Study: Internet companies ill-prepared for 2024 election misinformation

A recent study by Mozilla, in collaboration with Finland-based disinformation research firm CheckFirst, has revealed that tech giants such as Apple, Google, Meta, TikTok, and X, despite maintaining searchable public ad libraries, fail to provide meaningful data. 

This data is crucial for users, journalists, and advocates to monitor scams and disinformation effectively, especially as the 2024 presidential election approaches.

The report released on April 16 states that major tech platforms, which hold data for millions of users, are failing to provide adequate ad transparency tools. This deficiency is particularly concerning given the significant threat misinformation poses to the public.

The European Union’s Digital Services Act mandates that large tech platforms maintain ad libraries and other resources like application programming interfaces (APIs). These tools are designed to enhance ad transparency and are used by researchers and the public.

To evaluate ad transparency across various companies, Mozilla conducted tests on each platform and found that none achieved the "ready for action" designation. 

The analysis reviewed a dozen ad transparency tools developed by tech platforms to assist advertising monitors. This included tools on platforms like X, TikTok, LinkedIn, Google Search, and sites operated by Meta and Apple. 

The organizations examined these platforms ' ad repositories using criteria from the European Union’s 2023 Digital Services Act (DSA) along with Mozilla's in-house ad library guidelines. They focused on factors such as public availability, advertisement content, details about who paid for the ads, and how users are targeted.

The findings showed that the platforms varied in their effectiveness. Some lacked essential data and functionality, while others exhibited significant gaps. According to the study, a few only met the "bare minimum" standards.

"Ad transparency tools are essential for platform accountability — a first line of defense, like smoke detectors," said Mozilla EU advocacy lead Claire Pershan. "But our research shows most of the world’s largest platforms are not offering up functionally useful ad repositories. The current batch of tools exist, yes — but in some cases, that’s about all that can be said about them."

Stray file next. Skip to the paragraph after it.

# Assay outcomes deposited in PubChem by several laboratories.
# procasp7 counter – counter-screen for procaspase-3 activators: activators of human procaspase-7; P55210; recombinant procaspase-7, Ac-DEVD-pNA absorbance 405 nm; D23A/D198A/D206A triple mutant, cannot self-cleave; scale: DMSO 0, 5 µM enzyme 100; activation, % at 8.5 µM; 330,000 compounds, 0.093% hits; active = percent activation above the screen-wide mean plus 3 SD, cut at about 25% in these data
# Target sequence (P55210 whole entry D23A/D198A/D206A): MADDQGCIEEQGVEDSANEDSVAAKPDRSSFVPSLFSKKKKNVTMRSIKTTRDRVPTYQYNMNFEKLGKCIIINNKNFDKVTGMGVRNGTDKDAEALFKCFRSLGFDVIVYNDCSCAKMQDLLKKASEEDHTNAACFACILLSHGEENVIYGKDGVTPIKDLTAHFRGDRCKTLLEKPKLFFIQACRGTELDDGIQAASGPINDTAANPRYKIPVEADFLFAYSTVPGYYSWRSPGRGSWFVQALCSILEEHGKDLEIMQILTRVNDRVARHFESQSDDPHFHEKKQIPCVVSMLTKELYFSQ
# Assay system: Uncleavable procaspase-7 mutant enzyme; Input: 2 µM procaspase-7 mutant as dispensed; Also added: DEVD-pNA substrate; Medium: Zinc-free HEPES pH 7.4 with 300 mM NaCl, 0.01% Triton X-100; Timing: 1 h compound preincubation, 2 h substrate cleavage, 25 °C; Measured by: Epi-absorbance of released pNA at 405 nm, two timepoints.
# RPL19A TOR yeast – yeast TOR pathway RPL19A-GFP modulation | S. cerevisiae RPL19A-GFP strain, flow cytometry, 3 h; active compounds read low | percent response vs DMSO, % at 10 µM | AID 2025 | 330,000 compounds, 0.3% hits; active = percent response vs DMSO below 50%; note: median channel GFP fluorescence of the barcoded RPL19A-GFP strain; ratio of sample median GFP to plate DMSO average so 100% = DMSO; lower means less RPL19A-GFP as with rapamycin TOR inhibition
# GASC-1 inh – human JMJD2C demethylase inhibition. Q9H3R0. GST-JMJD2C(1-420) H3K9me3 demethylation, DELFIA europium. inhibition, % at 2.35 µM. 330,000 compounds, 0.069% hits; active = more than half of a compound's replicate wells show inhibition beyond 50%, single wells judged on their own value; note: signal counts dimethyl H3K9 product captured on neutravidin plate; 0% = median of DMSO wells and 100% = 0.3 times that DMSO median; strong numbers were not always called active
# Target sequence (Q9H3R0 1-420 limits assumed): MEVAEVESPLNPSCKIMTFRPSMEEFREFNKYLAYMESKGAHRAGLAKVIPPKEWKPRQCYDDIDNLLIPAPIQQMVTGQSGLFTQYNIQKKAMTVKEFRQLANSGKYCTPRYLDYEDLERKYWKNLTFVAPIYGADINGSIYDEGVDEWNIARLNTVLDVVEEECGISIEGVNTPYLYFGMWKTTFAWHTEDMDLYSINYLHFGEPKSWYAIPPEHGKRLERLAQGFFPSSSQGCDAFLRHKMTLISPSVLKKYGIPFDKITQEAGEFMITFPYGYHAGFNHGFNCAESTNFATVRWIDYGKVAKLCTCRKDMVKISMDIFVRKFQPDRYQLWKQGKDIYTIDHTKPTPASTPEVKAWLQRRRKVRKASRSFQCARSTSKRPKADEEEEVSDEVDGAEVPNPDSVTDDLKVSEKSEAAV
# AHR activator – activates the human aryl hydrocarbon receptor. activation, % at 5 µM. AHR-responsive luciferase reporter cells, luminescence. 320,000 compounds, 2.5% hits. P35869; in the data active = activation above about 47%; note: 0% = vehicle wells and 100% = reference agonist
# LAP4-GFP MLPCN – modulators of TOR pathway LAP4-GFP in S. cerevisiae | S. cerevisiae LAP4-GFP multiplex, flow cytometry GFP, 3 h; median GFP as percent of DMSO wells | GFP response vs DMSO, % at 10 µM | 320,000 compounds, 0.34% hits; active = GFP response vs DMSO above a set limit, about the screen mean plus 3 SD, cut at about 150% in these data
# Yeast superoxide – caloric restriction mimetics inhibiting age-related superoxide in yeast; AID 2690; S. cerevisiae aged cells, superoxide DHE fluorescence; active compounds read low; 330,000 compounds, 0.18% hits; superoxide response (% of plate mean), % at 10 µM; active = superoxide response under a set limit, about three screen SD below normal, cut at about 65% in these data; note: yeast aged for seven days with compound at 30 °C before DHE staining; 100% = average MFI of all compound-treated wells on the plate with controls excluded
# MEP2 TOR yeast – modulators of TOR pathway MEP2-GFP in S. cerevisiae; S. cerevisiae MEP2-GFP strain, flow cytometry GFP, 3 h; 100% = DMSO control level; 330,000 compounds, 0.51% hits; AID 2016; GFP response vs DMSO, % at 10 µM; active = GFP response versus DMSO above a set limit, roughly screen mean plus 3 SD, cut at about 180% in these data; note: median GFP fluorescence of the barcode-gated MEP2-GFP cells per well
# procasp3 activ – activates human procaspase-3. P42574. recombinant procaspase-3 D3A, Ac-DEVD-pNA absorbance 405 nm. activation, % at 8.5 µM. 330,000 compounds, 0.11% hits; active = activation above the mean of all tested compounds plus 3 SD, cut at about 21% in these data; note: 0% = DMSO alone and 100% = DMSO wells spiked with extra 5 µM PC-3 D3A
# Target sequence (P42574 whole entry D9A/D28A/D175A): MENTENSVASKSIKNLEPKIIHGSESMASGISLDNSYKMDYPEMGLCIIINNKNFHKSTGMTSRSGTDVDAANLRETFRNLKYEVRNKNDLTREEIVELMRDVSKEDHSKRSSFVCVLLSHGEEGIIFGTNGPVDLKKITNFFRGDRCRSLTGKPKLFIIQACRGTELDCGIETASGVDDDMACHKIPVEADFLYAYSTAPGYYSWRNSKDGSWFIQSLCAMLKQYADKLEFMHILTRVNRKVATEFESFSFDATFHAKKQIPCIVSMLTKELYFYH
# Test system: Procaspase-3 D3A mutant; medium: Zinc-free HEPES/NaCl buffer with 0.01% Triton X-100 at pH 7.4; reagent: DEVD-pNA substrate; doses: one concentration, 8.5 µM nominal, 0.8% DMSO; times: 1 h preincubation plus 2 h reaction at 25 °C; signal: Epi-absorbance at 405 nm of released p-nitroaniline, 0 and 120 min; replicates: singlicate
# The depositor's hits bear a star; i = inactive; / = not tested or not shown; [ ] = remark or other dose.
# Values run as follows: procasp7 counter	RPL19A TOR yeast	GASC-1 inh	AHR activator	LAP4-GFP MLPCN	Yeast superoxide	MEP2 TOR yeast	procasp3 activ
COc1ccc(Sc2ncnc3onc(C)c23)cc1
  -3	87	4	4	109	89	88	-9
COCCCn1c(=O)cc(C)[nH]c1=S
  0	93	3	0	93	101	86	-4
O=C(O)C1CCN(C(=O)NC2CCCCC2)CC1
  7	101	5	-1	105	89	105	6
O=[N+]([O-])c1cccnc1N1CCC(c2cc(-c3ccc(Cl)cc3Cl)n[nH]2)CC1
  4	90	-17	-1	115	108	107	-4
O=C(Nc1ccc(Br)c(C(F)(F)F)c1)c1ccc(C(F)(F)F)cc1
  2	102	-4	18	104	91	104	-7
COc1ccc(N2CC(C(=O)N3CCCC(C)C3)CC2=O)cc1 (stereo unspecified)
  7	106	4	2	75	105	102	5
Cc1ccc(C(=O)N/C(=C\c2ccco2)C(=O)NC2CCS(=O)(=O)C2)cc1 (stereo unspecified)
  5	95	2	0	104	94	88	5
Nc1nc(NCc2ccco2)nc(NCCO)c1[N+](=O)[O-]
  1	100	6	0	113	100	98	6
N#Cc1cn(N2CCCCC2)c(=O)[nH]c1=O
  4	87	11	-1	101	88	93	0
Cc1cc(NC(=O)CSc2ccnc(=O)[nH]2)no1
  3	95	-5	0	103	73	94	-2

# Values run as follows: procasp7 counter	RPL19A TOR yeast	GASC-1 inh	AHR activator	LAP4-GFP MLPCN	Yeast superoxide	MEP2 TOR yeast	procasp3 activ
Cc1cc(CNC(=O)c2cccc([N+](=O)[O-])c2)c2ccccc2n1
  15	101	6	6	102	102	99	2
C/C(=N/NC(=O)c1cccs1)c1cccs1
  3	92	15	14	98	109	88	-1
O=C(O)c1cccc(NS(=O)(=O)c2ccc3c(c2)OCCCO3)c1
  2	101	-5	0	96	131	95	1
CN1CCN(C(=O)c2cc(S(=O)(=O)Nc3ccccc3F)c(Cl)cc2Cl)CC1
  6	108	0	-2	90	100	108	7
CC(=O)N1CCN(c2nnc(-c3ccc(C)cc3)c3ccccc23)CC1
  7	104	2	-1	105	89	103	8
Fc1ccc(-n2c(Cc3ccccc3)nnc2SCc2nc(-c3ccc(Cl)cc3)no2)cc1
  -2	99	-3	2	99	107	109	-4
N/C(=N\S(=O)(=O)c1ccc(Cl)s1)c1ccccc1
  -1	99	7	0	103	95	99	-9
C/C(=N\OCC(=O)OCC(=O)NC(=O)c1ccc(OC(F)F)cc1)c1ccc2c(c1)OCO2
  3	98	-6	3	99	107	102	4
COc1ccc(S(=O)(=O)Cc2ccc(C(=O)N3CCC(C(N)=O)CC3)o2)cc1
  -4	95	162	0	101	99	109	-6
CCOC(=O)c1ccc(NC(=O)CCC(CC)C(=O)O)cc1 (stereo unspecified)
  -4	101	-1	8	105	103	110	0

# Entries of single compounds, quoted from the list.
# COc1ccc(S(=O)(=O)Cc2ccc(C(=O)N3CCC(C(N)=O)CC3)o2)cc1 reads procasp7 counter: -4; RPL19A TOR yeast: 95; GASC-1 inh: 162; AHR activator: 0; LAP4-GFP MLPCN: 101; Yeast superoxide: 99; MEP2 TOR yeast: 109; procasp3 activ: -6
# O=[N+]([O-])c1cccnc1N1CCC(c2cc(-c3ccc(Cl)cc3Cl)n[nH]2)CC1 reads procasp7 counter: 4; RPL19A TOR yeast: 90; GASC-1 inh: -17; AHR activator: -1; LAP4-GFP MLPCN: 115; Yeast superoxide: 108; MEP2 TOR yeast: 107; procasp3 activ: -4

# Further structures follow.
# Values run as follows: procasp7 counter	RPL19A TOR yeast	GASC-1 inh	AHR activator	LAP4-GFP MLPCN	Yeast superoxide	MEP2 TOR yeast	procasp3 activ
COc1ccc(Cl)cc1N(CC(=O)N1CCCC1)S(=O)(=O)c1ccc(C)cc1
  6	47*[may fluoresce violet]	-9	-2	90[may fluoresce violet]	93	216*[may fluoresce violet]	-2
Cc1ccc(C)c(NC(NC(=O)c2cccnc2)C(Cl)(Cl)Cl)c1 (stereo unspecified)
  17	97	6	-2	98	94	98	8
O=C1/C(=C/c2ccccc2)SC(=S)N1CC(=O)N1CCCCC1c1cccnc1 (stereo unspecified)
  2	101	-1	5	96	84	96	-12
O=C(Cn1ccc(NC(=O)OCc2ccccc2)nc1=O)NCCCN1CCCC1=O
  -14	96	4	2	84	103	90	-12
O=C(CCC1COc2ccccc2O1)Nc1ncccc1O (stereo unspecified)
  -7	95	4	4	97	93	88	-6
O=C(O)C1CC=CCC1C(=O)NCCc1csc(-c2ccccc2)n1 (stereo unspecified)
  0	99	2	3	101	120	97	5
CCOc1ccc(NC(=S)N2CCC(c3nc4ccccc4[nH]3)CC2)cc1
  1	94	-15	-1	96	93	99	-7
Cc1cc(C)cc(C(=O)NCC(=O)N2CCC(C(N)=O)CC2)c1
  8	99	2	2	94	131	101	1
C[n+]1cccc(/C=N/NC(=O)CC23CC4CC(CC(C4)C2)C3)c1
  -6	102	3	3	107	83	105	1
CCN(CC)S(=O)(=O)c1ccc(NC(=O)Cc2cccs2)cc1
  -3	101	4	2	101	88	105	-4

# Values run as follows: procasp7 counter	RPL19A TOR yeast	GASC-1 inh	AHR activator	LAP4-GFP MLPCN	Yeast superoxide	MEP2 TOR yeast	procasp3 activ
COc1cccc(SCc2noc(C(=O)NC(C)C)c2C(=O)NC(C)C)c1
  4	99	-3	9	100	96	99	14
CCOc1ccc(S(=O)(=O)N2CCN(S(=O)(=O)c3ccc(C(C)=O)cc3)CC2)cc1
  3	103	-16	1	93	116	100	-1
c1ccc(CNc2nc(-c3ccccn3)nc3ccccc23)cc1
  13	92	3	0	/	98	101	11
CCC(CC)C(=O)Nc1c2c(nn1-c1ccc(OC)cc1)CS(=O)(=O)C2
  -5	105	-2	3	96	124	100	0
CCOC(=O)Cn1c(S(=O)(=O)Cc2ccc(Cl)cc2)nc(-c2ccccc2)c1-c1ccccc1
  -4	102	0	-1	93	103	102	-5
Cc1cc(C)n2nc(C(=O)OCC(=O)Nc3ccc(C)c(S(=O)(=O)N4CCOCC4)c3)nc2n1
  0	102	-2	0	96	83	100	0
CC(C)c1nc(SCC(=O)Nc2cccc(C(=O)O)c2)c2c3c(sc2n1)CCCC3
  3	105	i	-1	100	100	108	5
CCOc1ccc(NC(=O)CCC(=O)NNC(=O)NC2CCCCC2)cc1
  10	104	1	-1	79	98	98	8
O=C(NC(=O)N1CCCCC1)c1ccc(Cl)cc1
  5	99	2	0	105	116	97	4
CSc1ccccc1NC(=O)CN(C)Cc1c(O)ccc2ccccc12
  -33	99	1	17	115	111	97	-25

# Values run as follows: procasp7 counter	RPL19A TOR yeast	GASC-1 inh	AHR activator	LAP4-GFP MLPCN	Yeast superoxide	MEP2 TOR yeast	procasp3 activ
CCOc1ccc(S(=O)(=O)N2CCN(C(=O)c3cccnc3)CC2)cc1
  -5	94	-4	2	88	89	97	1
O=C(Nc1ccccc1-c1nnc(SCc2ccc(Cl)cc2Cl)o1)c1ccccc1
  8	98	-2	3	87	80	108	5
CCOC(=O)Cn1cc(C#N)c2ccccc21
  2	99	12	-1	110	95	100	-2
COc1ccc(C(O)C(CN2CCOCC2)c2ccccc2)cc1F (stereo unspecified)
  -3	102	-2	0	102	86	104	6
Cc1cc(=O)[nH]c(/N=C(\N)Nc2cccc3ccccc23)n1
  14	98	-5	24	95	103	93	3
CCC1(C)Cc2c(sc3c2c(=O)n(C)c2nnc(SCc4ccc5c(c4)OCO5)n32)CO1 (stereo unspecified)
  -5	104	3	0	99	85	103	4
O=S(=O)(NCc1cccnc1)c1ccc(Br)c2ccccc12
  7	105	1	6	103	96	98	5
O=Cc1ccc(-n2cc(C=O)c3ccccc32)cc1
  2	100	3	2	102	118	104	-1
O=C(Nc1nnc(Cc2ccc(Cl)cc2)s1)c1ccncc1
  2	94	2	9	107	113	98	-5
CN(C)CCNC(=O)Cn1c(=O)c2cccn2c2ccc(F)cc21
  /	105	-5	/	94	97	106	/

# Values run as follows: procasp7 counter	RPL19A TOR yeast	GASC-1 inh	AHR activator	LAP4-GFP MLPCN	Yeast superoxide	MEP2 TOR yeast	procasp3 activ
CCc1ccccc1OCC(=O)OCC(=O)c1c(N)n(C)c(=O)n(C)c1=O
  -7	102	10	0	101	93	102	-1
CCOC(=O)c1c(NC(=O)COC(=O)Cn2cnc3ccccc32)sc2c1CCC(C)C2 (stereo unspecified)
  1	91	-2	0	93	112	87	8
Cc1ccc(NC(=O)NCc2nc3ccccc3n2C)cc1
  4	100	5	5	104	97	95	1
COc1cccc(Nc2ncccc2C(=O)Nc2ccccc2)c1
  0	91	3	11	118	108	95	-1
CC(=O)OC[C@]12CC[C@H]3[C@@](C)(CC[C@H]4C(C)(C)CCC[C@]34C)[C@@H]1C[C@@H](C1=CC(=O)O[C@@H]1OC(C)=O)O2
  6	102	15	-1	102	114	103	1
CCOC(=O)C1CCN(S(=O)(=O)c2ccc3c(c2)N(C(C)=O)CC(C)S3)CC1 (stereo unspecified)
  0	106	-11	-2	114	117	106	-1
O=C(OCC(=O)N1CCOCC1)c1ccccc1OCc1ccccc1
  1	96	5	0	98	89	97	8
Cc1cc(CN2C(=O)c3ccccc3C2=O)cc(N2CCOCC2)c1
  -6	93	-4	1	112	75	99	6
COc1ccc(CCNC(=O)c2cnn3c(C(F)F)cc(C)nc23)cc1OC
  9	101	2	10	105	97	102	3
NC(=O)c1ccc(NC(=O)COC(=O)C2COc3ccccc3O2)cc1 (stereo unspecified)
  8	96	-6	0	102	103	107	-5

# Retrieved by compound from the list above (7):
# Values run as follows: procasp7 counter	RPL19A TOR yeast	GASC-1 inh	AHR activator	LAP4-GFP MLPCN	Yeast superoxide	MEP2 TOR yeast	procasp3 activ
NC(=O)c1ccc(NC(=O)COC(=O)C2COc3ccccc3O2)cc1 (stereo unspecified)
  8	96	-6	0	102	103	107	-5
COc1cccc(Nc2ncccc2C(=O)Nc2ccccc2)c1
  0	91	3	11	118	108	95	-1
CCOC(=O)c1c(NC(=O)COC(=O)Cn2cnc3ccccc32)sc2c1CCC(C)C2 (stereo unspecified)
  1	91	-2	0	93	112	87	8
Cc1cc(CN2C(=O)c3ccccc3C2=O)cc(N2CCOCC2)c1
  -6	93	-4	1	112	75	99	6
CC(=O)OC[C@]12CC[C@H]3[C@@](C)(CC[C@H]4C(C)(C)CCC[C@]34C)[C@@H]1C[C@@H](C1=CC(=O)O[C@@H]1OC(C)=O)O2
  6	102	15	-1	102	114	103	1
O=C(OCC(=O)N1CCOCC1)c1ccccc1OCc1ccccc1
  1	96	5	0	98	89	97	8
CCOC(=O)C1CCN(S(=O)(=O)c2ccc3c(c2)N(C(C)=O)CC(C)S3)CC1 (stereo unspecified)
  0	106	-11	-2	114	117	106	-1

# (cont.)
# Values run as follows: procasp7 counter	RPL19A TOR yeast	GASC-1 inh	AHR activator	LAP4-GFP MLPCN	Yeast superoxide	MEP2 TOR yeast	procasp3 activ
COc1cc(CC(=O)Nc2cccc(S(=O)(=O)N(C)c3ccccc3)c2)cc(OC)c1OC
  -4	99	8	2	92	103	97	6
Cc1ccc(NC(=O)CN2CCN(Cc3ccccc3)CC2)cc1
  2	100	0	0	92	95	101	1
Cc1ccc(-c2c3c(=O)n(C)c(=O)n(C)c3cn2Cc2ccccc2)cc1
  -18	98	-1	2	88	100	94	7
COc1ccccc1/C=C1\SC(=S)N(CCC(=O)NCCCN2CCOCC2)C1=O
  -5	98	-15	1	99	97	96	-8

X, formerly Twitter, was notably the poorest performer regarding data accessibility and search capabilities.

"X’s transparency tools are an utter disappointment," explained Pershan. 

What is ad transparency? 

Ad transparency refers to the degree to which companies reveal information about the advertisements they serve, particularly on digital platforms. This concept is essential in ensuring accountability and fairness in advertising, enabling consumers and regulators to see who is behind an ad, whom it targets, and how much is being spent. 

Television ads are typically transparent due to stringent regulations that require clear disclosure of who is funding them. Viewers can easily see who is behind these ads, minimizing the risk of misinformation. 

However, digital ads lack similar transparency. Although some platforms have introduced measures like ad libraries, enforcement is inconsistent and sometimes incomplete. 

Digital ads can be targeted very specifically and altered rapidly, making it harder to trace their origins. This lack of clarity and the ability to micro-target audiences contribute to significant concerns about misinformation, as bad actors can use these ads to influence public opinion without sufficient oversight.

Why does ad transparency matter? 

The surge in artificial intelligence and AI-generated content has significantly exacerbated concerns about election-related misinformation. 

According to data from the machine learning firm Clarity, the production of deepfakes has soared by 900% annually. 

Why this trend is so concerning dates back to the 2016 U.S. presidential election, when a significant scandal emerged involving Russian interference through the use of automated bots and social media accounts. 

These "Russian bots" were part of a coordinated effort to influence public opinion and electoral outcomes by spreading misinformation, amplifying divisive social and political messages, and sowing discord among the electorate. 

Investigations revealed that these operations were linked to the Internet Research Agency, a Kremlin-backed entity. 

The bots impersonated Americans to post and share politically charged content, targeting specific demographic groups to exploit societal tensions. This cyber interference led to widespread scrutiny of social media platforms' roles in political processes, prompting calls for stricter regulations and measures to safeguard the integrity of elections.